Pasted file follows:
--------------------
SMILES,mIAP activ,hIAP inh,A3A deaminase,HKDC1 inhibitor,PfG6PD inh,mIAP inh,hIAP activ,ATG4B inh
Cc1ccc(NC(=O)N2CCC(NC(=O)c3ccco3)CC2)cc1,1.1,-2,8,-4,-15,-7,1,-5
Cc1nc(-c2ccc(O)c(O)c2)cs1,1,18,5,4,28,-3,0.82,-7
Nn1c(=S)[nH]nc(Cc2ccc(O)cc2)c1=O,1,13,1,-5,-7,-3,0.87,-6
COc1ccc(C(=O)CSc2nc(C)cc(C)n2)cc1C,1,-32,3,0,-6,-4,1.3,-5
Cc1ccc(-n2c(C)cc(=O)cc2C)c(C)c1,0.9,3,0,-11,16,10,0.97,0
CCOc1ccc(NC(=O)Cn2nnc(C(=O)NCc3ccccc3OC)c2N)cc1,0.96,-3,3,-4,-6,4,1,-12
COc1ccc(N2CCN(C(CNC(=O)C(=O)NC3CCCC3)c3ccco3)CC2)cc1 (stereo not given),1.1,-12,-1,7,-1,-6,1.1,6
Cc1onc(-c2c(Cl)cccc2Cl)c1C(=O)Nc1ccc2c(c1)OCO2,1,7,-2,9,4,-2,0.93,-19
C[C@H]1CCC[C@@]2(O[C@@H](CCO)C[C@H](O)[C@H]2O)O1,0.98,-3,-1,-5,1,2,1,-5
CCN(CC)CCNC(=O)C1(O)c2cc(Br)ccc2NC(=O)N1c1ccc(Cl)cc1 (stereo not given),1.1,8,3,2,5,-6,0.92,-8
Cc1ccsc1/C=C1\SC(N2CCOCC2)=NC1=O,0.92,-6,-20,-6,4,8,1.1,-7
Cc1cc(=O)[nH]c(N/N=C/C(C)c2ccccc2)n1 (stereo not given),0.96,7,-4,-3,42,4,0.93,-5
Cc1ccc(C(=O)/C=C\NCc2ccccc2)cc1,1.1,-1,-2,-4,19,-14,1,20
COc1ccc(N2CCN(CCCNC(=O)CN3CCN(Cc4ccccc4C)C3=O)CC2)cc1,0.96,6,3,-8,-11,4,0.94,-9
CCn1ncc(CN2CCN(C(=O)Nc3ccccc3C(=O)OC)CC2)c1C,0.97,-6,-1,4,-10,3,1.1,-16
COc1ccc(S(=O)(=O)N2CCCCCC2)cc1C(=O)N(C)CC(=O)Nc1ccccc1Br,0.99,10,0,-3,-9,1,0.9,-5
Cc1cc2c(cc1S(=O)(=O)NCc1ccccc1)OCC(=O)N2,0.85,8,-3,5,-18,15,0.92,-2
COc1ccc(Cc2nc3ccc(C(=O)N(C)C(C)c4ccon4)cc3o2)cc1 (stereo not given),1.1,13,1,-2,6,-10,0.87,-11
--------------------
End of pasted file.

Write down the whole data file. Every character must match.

SMILES,mIAP activ,hIAP inh,A3A deaminase,HKDC1 inhibitor,PfG6PD inh,mIAP inh,hIAP activ,ATG4B inh
Cc1ccc(NC(=O)N2CCC(NC(=O)c3ccco3)CC2)cc1,1.1,-2,8,-4,-15,-7,1,-5
Cc1nc(-c2ccc(O)c(O)c2)cs1,1,18,5,4,28,-3,0.82,-7
Nn1c(=S)[nH]nc(Cc2ccc(O)cc2)c1=O,1,13,1,-5,-7,-3,0.87,-6
COc1ccc(C(=O)CSc2nc(C)cc(C)n2)cc1C,1,-32,3,0,-6,-4,1.3,-5
Cc1ccc(-n2c(C)cc(=O)cc2C)c(C)c1,0.9,3,0,-11,16,10,0.97,0
CCOc1ccc(NC(=O)Cn2nnc(C(=O)NCc3ccccc3OC)c2N)cc1,0.96,-3,3,-4,-6,4,1,-12
COc1ccc(N2CCN(C(CNC(=O)C(=O)NC3CCCC3)c3ccco3)CC2)cc1 (stereo not given),1.1,-12,-1,7,-1,-6,1.1,6
Cc1onc(-c2c(Cl)cccc2Cl)c1C(=O)Nc1ccc2c(c1)OCO2,1,7,-2,9,4,-2,0.93,-19
C[C@H]1CCC[C@@]2(O[C@@H](CCO)C[C@H](O)[C@H]2O)O1,0.98,-3,-1,-5,1,2,1,-5
CCN(CC)CCNC(=O)C1(O)c2cc(Br)ccc2NC(=O)N1c1ccc(Cl)cc1 (stereo not given),1.1,8,3,2,5,-6,0.92,-8
Cc1ccsc1/C=C1\SC(N2CCOCC2)=NC1=O,0.92,-6,-20,-6,4,8,1.1,-7
Cc1cc(=O)[nH]c(N/N=C/C(C)c2ccccc2)n1 (stereo not given),0.96,7,-4,-3,42,4,0.93,-5
Cc1ccc(C(=O)/C=C\NCc2ccccc2)cc1,1.1,-1,-2,-4,19,-14,1,20
COc1ccc(N2CCN(CCCNC(=O)CN3CCN(Cc4ccccc4C)C3=O)CC2)cc1,0.96,6,3,-8,-11,4,0.94,-9
CCn1ncc(CN2CCN(C(=O)Nc3ccccc3C(=O)OC)CC2)c1C,0.97,-6,-1,4,-10,3,1.1,-16
COc1ccc(S(=O)(=O)N2CCCCCC2)cc1C(=O)N(C)CC(=O)Nc1ccccc1Br,0.99,10,0,-3,-9,1,0.9,-5
Cc1cc2c(cc1S(=O)(=O)NCc1ccccc1)OCC(=O)N2,0.85,8,-3,5,-18,15,0.92,-2
COc1ccc(Cc2nc3ccc(C(=O)N(C)C(C)c4ccon4)cc3o2)cc1 (stereo not given),1.1,13,1,-2,6,-10,0.87,-11